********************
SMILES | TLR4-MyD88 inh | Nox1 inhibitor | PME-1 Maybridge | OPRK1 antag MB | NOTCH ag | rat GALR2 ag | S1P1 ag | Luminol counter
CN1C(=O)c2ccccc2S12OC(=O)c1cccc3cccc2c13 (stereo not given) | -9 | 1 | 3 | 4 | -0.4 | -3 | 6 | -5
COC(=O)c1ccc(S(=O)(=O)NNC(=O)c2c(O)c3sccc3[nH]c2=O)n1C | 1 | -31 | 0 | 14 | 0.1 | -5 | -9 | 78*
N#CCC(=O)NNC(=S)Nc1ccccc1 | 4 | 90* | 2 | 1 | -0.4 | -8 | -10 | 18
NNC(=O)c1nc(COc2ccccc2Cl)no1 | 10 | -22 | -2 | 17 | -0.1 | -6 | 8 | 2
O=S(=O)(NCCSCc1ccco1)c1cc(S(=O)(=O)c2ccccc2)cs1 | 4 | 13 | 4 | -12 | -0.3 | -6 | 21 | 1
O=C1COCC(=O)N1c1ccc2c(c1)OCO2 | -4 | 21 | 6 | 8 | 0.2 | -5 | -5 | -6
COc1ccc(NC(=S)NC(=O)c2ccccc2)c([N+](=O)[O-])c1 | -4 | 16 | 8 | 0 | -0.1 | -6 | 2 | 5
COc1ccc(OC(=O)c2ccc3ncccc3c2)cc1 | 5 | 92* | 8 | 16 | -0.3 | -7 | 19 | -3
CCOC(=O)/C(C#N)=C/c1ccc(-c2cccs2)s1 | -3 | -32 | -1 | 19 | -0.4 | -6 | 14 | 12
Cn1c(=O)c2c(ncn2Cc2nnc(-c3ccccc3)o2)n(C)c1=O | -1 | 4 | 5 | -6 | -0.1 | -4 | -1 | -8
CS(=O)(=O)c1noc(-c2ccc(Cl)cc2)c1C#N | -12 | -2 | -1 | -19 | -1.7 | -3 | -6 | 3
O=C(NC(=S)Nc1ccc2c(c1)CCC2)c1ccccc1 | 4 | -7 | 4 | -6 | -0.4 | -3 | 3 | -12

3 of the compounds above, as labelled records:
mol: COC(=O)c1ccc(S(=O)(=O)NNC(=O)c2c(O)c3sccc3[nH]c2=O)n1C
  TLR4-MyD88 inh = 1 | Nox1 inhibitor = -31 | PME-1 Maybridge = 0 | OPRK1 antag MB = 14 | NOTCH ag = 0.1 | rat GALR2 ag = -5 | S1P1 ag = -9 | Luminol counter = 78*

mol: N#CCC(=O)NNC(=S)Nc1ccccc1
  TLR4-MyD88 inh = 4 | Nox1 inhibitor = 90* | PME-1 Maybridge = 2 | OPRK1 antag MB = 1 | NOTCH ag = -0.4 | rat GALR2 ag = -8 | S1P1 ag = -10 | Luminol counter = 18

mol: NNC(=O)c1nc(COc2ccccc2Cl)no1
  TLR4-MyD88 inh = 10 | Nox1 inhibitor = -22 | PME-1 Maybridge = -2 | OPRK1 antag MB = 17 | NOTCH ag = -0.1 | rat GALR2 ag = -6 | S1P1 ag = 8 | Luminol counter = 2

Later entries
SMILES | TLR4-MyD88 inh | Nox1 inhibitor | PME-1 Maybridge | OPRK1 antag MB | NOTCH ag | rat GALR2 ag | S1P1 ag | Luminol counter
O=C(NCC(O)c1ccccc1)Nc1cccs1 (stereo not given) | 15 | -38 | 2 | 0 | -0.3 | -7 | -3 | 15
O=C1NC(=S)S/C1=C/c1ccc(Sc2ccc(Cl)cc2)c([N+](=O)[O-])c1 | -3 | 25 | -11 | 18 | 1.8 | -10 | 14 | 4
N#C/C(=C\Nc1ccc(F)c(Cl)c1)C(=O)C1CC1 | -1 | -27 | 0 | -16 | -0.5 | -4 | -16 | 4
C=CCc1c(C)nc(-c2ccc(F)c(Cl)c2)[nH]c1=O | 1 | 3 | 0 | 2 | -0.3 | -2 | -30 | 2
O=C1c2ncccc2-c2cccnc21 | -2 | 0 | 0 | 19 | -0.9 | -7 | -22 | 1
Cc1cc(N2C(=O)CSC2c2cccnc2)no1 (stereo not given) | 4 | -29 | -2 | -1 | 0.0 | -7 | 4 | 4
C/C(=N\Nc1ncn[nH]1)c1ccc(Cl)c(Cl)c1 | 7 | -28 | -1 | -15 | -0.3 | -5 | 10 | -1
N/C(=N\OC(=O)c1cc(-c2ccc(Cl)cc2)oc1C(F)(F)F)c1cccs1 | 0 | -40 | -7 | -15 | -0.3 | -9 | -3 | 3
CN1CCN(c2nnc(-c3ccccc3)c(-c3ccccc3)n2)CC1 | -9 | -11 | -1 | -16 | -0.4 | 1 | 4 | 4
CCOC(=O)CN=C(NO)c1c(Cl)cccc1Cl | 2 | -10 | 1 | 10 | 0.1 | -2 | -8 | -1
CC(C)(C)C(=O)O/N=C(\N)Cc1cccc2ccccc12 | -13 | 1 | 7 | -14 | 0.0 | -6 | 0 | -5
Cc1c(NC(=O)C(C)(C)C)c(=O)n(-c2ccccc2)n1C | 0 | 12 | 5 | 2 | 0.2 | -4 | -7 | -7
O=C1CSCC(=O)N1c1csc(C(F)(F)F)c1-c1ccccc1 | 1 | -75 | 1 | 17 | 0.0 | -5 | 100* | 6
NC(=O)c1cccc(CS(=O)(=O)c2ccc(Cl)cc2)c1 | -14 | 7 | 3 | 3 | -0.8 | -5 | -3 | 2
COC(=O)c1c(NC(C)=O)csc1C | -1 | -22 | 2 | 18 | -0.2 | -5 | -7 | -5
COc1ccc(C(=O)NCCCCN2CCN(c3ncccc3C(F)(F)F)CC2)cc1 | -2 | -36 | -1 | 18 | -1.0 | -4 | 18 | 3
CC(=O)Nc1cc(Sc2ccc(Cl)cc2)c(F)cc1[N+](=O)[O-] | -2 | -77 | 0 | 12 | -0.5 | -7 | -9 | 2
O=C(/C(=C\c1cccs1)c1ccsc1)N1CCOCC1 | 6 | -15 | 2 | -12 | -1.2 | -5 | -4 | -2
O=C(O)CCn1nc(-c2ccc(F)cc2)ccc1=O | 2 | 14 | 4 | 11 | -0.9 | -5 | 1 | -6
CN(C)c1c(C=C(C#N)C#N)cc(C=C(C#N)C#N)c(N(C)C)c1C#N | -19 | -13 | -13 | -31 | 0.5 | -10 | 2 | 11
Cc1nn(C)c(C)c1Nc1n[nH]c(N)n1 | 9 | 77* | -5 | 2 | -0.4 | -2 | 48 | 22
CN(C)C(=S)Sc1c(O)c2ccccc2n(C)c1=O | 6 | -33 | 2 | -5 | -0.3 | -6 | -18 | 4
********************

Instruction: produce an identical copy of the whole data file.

SMILES | TLR4-MyD88 inh | Nox1 inhibitor | PME-1 Maybridge | OPRK1 antag MB | NOTCH ag | rat GALR2 ag | S1P1 ag | Luminol counter
CN1C(=O)c2ccccc2S12OC(=O)c1cccc3cccc2c13 (stereo not given) | -9 | 1 | 3 | 4 | -0.4 | -3 | 6 | -5
COC(=O)c1ccc(S(=O)(=O)NNC(=O)c2c(O)c3sccc3[nH]c2=O)n1C | 1 | -31 | 0 | 14 | 0.1 | -5 | -9 | 78*
N#CCC(=O)NNC(=S)Nc1ccccc1 | 4 | 90* | 2 | 1 | -0.4 | -8 | -10 | 18
NNC(=O)c1nc(COc2ccccc2Cl)no1 | 10 | -22 | -2 | 17 | -0.1 | -6 | 8 | 2
O=S(=O)(NCCSCc1ccco1)c1cc(S(=O)(=O)c2ccccc2)cs1 | 4 | 13 | 4 | -12 | -0.3 | -6 | 21 | 1
O=C1COCC(=O)N1c1ccc2c(c1)OCO2 | -4 | 21 | 6 | 8 | 0.2 | -5 | -5 | -6
COc1ccc(NC(=S)NC(=O)c2ccccc2)c([N+](=O)[O-])c1 | -4 | 16 | 8 | 0 | -0.1 | -6 | 2 | 5
COc1ccc(OC(=O)c2ccc3ncccc3c2)cc1 | 5 | 92* | 8 | 16 | -0.3 | -7 | 19 | -3
CCOC(=O)/C(C#N)=C/c1ccc(-c2cccs2)s1 | -3 | -32 | -1 | 19 | -0.4 | -6 | 14 | 12
Cn1c(=O)c2c(ncn2Cc2nnc(-c3ccccc3)o2)n(C)c1=O | -1 | 4 | 5 | -6 | -0.1 | -4 | -1 | -8
CS(=O)(=O)c1noc(-c2ccc(Cl)cc2)c1C#N | -12 | -2 | -1 | -19 | -1.7 | -3 | -6 | 3
O=C(NC(=S)Nc1ccc2c(c1)CCC2)c1ccccc1 | 4 | -7 | 4 | -6 | -0.4 | -3 | 3 | -12

3 of the compounds above, as labelled records:
mol: COC(=O)c1ccc(S(=O)(=O)NNC(=O)c2c(O)c3sccc3[nH]c2=O)n1C
  TLR4-MyD88 inh = 1 | Nox1 inhibitor = -31 | PME-1 Maybridge = 0 | OPRK1 antag MB = 14 | NOTCH ag = 0.1 | rat GALR2 ag = -5 | S1P1 ag = -9 | Luminol counter = 78*

mol: N#CCC(=O)NNC(=S)Nc1ccccc1
  TLR4-MyD88 inh = 4 | Nox1 inhibitor = 90* | PME-1 Maybridge = 2 | OPRK1 antag MB = 1 | NOTCH ag = -0.4 | rat GALR2 ag = -8 | S1P1 ag = -10 | Luminol counter = 18

mol: NNC(=O)c1nc(COc2ccccc2Cl)no1
  TLR4-MyD88 inh = 10 | Nox1 inhibitor = -22 | PME-1 Maybridge = -2 | OPRK1 antag MB = 17 | NOTCH ag = -0.1 | rat GALR2 ag = -6 | S1P1 ag = 8 | Luminol counter = 2

Later entries
SMILES | TLR4-MyD88 inh | Nox1 inhibitor | PME-1 Maybridge | OPRK1 antag MB | NOTCH ag | rat GALR2 ag | S1P1 ag | Luminol counter
O=C(NCC(O)c1ccccc1)Nc1cccs1 (stereo not given) | 15 | -38 | 2 | 0 | -0.3 | -7 | -3 | 15
O=C1NC(=S)S/C1=C/c1ccc(Sc2ccc(Cl)cc2)c([N+](=O)[O-])c1 | -3 | 25 | -11 | 18 | 1.8 | -10 | 14 | 4
N#C/C(=C\Nc1ccc(F)c(Cl)c1)C(=O)C1CC1 | -1 | -27 | 0 | -16 | -0.5 | -4 | -16 | 4
C=CCc1c(C)nc(-c2ccc(F)c(Cl)c2)[nH]c1=O | 1 | 3 | 0 | 2 | -0.3 | -2 | -30 | 2
O=C1c2ncccc2-c2cccnc21 | -2 | 0 | 0 | 19 | -0.9 | -7 | -22 | 1
Cc1cc(N2C(=O)CSC2c2cccnc2)no1 (stereo not given) | 4 | -29 | -2 | -1 | 0.0 | -7 | 4 | 4
C/C(=N\Nc1ncn[nH]1)c1ccc(Cl)c(Cl)c1 | 7 | -28 | -1 | -15 | -0.3 | -5 | 10 | -1
N/C(=N\OC(=O)c1cc(-c2ccc(Cl)cc2)oc1C(F)(F)F)c1cccs1 | 0 | -40 | -7 | -15 | -0.3 | -9 | -3 | 3
CN1CCN(c2nnc(-c3ccccc3)c(-c3ccccc3)n2)CC1 | -9 | -11 | -1 | -16 | -0.4 | 1 | 4 | 4
CCOC(=O)CN=C(NO)c1c(Cl)cccc1Cl | 2 | -10 | 1 | 10 | 0.1 | -2 | -8 | -1
CC(C)(C)C(=O)O/N=C(\N)Cc1cccc2ccccc12 | -13 | 1 | 7 | -14 | 0.0 | -6 | 0 | -5
Cc1c(NC(=O)C(C)(C)C)c(=O)n(-c2ccccc2)n1C | 0 | 12 | 5 | 2 | 0.2 | -4 | -7 | -7
O=C1CSCC(=O)N1c1csc(C(F)(F)F)c1-c1ccccc1 | 1 | -75 | 1 | 17 | 0.0 | -5 | 100* | 6
NC(=O)c1cccc(CS(=O)(=O)c2ccc(Cl)cc2)c1 | -14 | 7 | 3 | 3 | -0.8 | -5 | -3 | 2
COC(=O)c1c(NC(C)=O)csc1C | -1 | -22 | 2 | 18 | -0.2 | -5 | -7 | -5
COc1ccc(C(=O)NCCCCN2CCN(c3ncccc3C(F)(F)F)CC2)cc1 | -2 | -36 | -1 | 18 | -1.0 | -4 | 18 | 3
CC(=O)Nc1cc(Sc2ccc(Cl)cc2)c(F)cc1[N+](=O)[O-] | -2 | -77 | 0 | 12 | -0.5 | -7 | -9 | 2
O=C(/C(=C\c1cccs1)c1ccsc1)N1CCOCC1 | 6 | -15 | 2 | -12 | -1.2 | -5 | -4 | -2
O=C(O)CCn1nc(-c2ccc(F)cc2)ccc1=O | 2 | 14 | 4 | 11 | -0.9 | -5 | 1 | -6
CN(C)c1c(C=C(C#N)C#N)cc(C=C(C#N)C#N)c(N(C)C)c1C#N | -19 | -13 | -13 | -31 | 0.5 | -10 | 2 | 11
Cc1nn(C)c(C)c1Nc1n[nH]c(N)n1 | 9 | 77* | -5 | 2 | -0.4 | -2 | 48 | 22
CN(C)C(=S)Sc1c(O)c2ccccc2n(C)c1=O | 6 | -33 | 2 | -5 | -0.3 | -6 | -18 | 4